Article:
A Gentleman’s Club Fringe Show (The Gentleman’s Club) 2011 Fringe Review

A Gentleman’s Club Fringe Show offers some fun and “genteel” improv to a sweaty Factory Studio Theatre audience. The show begins with a song – which cutely mocks the temperature in the room – and from the song, suggestions are created. There were two suggestions last night that came from the song – the first was hard to hear but I am pretty sure it was the Leafs winning the Stanley Cup. The second was author Ayn Rand.

Other than a mention to a Fountainhead pen, I didn’t really see the connection to suggestions here. Usually this would bug me, but it didn’t. Perhaps because it was the amount of fun the four performers were having on stage.

Clearly this is a group that has a good amount of shorthand with each other and the improv was tight and intelligent. The idea is that they are the members or a sort of 1940’s style Gentleman’s Club (I love that this translates to 3 guys and one girl).

All four performers bring different strengths but I loved the way they held each other accountable for their choices. This was funniest when the group decides to take the Orient Express to Burma. Through their banter, they discover there is no Orient Express, that it wouldn’t go to Burma and, of course, that Myanmar sits in Burma’s place.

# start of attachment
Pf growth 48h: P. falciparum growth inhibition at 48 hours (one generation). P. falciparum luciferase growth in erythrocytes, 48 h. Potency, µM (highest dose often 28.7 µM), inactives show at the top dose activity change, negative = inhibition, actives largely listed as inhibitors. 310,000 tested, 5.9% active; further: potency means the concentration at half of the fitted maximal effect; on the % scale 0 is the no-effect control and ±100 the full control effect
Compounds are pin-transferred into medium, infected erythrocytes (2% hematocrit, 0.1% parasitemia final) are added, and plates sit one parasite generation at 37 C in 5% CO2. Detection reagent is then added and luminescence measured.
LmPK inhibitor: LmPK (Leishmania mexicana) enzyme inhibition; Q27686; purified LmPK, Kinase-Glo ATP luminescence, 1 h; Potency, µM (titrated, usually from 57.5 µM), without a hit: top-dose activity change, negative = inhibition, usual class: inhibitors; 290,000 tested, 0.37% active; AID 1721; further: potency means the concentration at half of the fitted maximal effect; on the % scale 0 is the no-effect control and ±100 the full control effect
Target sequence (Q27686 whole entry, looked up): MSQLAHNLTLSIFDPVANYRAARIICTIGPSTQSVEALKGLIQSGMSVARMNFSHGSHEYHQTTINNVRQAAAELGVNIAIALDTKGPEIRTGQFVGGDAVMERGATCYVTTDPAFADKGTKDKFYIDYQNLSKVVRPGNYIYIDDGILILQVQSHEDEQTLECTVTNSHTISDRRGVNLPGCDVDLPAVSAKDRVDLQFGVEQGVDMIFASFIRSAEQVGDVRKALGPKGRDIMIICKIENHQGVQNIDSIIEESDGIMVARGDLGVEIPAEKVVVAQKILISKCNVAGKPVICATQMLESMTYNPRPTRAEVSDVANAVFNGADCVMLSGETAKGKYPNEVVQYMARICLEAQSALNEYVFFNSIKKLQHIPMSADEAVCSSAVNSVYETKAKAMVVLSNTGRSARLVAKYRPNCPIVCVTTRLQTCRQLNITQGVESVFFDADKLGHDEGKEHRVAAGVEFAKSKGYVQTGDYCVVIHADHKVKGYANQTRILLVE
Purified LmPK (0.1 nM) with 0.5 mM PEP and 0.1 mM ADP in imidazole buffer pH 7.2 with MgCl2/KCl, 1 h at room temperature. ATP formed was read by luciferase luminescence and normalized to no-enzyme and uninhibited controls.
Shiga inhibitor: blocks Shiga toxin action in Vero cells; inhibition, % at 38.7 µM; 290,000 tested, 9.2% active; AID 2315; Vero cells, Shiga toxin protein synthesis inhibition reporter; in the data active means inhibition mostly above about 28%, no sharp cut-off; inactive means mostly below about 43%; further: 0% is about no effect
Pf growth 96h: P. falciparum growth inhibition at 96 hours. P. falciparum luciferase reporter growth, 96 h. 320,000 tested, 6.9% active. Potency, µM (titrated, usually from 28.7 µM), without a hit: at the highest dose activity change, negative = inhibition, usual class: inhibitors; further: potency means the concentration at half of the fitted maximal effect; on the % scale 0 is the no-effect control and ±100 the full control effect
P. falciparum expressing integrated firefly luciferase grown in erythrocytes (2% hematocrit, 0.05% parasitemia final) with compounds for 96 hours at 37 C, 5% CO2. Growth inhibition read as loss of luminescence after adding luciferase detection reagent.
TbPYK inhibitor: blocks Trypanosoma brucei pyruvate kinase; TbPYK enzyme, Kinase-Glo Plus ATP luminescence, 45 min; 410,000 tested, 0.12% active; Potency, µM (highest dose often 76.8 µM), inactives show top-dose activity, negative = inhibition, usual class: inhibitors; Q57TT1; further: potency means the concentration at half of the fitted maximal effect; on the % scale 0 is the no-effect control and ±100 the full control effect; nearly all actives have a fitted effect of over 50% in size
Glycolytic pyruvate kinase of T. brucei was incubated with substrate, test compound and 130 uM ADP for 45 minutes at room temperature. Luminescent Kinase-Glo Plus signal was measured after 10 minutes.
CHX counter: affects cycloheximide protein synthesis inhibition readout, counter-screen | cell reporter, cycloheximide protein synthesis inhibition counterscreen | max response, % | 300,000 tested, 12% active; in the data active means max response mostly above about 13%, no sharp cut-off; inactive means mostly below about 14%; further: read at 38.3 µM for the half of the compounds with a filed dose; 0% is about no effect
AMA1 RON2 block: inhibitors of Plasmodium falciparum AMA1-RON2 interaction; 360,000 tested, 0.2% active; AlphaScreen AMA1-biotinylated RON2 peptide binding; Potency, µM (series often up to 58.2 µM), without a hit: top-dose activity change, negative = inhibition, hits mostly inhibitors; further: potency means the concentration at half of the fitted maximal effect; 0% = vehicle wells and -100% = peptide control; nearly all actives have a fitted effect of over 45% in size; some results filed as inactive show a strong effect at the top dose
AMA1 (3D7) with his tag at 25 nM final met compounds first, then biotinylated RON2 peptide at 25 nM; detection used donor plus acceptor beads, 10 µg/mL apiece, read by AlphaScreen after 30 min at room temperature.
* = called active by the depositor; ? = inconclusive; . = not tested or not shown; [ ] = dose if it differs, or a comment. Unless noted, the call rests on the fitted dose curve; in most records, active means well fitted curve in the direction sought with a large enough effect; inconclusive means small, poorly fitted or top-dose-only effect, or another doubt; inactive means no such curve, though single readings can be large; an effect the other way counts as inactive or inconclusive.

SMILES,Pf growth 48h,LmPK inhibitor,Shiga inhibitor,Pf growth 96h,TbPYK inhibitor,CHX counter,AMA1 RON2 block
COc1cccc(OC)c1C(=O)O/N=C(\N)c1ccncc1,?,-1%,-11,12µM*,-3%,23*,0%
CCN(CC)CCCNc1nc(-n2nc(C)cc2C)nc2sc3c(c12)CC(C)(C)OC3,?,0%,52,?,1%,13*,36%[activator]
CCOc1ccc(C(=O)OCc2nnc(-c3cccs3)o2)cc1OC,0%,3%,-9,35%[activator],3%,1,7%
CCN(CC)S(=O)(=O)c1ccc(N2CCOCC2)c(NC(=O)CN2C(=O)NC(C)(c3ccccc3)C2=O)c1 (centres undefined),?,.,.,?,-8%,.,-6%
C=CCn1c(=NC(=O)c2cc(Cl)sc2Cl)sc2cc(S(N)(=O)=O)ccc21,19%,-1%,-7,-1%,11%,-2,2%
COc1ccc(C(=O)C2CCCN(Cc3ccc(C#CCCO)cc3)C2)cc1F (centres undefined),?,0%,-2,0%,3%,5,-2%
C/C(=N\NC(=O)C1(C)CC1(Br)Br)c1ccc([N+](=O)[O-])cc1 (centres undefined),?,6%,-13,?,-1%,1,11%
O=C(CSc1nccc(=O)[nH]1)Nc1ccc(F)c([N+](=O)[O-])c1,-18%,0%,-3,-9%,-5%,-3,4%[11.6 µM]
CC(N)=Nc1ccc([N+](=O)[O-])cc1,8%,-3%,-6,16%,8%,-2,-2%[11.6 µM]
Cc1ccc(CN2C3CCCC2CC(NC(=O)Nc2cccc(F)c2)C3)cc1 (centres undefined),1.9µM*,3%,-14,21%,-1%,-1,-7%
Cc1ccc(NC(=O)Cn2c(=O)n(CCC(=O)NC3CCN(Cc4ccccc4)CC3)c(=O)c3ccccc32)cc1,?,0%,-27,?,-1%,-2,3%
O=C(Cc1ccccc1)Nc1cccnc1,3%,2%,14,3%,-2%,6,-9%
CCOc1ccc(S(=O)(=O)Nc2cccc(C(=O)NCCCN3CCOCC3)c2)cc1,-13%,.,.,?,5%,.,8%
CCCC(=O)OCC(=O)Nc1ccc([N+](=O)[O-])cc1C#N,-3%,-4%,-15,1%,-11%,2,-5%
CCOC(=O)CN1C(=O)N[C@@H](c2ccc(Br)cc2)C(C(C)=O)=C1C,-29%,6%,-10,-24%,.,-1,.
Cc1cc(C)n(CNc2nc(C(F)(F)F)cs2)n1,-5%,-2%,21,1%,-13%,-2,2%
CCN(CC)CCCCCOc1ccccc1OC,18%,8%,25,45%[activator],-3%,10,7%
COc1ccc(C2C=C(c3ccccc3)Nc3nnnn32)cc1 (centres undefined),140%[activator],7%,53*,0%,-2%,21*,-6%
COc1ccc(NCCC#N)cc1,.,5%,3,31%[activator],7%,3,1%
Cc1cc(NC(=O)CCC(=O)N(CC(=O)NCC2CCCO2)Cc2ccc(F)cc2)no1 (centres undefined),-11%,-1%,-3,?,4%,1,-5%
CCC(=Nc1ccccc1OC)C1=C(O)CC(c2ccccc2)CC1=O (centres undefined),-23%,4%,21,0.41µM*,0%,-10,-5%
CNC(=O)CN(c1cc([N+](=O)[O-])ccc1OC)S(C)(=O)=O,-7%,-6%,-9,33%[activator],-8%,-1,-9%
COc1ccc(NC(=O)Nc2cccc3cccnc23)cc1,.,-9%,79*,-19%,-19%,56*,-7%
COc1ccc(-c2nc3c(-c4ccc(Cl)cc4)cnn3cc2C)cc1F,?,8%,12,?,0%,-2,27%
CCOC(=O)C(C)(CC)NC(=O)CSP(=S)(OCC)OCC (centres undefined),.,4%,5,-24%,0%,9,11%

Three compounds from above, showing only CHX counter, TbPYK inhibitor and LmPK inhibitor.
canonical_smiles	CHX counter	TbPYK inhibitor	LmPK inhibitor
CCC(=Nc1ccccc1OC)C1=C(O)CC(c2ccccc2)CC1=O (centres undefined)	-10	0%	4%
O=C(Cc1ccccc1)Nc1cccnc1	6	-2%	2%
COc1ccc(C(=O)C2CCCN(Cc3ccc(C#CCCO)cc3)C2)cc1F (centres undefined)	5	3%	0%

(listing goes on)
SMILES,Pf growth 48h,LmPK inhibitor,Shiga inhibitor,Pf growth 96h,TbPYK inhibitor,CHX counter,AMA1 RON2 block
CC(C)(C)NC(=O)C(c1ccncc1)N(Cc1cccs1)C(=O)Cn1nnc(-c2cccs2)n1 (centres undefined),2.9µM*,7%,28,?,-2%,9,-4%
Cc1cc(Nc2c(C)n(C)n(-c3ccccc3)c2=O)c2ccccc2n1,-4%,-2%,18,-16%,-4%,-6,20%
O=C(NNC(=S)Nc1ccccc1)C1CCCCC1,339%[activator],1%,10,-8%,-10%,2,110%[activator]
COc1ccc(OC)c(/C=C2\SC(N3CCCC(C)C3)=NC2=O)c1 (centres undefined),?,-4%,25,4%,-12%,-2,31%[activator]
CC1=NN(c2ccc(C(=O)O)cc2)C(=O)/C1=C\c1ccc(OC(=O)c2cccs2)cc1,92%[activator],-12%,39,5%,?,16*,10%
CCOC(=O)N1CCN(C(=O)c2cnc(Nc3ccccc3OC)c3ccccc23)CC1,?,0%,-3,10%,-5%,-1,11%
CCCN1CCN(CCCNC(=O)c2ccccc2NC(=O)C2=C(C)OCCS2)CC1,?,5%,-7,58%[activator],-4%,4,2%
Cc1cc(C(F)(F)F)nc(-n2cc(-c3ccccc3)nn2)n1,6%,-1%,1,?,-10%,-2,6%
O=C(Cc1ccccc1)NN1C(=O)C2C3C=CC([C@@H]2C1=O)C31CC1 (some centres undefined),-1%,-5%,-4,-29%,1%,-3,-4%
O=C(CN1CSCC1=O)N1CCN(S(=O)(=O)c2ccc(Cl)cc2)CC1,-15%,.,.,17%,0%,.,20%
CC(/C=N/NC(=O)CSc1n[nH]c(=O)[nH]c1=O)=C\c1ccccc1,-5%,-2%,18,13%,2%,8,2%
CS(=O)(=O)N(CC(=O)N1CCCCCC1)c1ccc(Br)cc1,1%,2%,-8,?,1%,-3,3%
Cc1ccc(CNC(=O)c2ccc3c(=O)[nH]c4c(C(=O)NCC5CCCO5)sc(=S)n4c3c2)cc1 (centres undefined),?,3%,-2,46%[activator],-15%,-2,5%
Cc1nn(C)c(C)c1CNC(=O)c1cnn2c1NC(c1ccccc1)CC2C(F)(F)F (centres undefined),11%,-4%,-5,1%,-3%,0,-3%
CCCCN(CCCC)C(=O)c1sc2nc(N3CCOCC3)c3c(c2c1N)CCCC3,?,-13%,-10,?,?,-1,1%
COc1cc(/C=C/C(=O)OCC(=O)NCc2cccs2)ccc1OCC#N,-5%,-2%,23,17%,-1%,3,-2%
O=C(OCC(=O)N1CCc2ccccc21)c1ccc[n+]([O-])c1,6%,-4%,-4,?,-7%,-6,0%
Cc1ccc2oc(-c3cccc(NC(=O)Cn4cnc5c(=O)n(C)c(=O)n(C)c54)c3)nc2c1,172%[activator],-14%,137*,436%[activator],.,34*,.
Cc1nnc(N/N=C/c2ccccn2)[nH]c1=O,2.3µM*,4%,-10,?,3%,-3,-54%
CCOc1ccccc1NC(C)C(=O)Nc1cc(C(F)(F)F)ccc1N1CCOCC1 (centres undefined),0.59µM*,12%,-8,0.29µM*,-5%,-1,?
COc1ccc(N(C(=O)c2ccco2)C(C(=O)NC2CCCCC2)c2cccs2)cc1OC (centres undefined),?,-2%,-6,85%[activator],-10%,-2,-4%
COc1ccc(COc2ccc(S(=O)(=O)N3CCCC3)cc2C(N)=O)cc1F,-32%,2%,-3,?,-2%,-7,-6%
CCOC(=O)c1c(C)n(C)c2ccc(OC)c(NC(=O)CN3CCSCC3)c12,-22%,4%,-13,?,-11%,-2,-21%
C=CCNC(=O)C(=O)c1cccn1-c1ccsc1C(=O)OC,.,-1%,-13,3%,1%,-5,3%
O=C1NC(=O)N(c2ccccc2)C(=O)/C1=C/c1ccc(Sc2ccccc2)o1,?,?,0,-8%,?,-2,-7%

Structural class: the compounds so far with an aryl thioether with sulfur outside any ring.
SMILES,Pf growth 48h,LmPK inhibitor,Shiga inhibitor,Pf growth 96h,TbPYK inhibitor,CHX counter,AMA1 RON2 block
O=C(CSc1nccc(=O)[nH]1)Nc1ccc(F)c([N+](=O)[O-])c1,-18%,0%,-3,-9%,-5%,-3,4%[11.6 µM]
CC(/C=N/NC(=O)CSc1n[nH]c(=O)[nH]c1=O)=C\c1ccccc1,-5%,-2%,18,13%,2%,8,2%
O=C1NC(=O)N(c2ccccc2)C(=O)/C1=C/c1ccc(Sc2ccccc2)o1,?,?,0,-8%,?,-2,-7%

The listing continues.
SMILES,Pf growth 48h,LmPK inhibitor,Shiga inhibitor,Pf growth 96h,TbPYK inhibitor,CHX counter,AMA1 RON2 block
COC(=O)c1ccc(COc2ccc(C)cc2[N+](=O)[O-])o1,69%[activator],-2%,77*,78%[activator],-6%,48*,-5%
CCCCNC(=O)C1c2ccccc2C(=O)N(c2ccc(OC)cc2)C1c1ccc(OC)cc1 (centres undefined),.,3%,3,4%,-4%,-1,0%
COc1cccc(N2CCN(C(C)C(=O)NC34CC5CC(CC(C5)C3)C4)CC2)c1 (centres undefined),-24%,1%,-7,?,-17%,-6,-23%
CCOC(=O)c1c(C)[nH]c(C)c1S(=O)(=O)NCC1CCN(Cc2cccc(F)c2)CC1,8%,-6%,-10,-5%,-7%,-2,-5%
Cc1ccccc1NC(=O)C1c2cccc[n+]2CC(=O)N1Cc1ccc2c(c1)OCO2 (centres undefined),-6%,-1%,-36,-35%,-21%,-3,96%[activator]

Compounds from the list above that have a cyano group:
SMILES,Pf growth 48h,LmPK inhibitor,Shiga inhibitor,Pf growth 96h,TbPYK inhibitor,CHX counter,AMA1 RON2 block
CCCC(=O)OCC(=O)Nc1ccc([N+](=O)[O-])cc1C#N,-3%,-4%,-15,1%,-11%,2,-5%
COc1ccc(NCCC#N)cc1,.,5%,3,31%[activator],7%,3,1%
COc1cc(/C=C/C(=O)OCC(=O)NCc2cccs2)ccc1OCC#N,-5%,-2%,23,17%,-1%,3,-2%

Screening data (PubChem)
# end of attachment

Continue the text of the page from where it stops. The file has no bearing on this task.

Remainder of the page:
They get on the train anyway and although they never actually get there, Chris Leville manages to get his hand stuck in a vending machine looking for a bag of Ringolos. By the end, three of the four cast members get stuck in the machine.

I enjoyed how the lights determined the flashbacks rather than the actors – a testament to Stage Manager Andrew Haggith in the booth. Some fun moments were here in these flashbacks of loves lost – at sea, at a wedding, at a prom. I have to say the musical improvisational accompaniment of Mark Bond was truly top notch as well. Having the pianist right on stage coloured the creation of the scenes and it really added to the theming of this show.

The idea of a high society club doing improv isn’t necessarily groundbreaking, but it seemed to add just enough structure to give the witty cast some fun places to go. Although this group seems on the young side, they have the chops to keep the laughs coming.

A Gentleman’s Club Fringe Show plays at the Factory Studio Theatre, 125 Bathurst St.

Details:

Director: Lisa Merchant
Cast: Chris Leveille, Jordan Markowski, Chris Wakelin, Carolyn Williamson, and Musical Director Mark Bond
Genre: Comedy
Venue 13 Factory Studio Theatre

Performances:

Thu, July 14 11:15 PM
Fri, July 15 3:45 PM
Sat, July 16 3:30 PM

Tickets:

– All individual Fringe tickets are $10 ($5 for FringeKids) at the door (cash only). Tickets are available online at www.fringetoronto.com, by phone at 416-966-1062, in person at The Randolph Centre for the Arts, 736 Bathurst Street (Advance tickets are $11 – $10+$1 convenience fee)
– Several money-saving passes are available if you plan to see at least 5 shows

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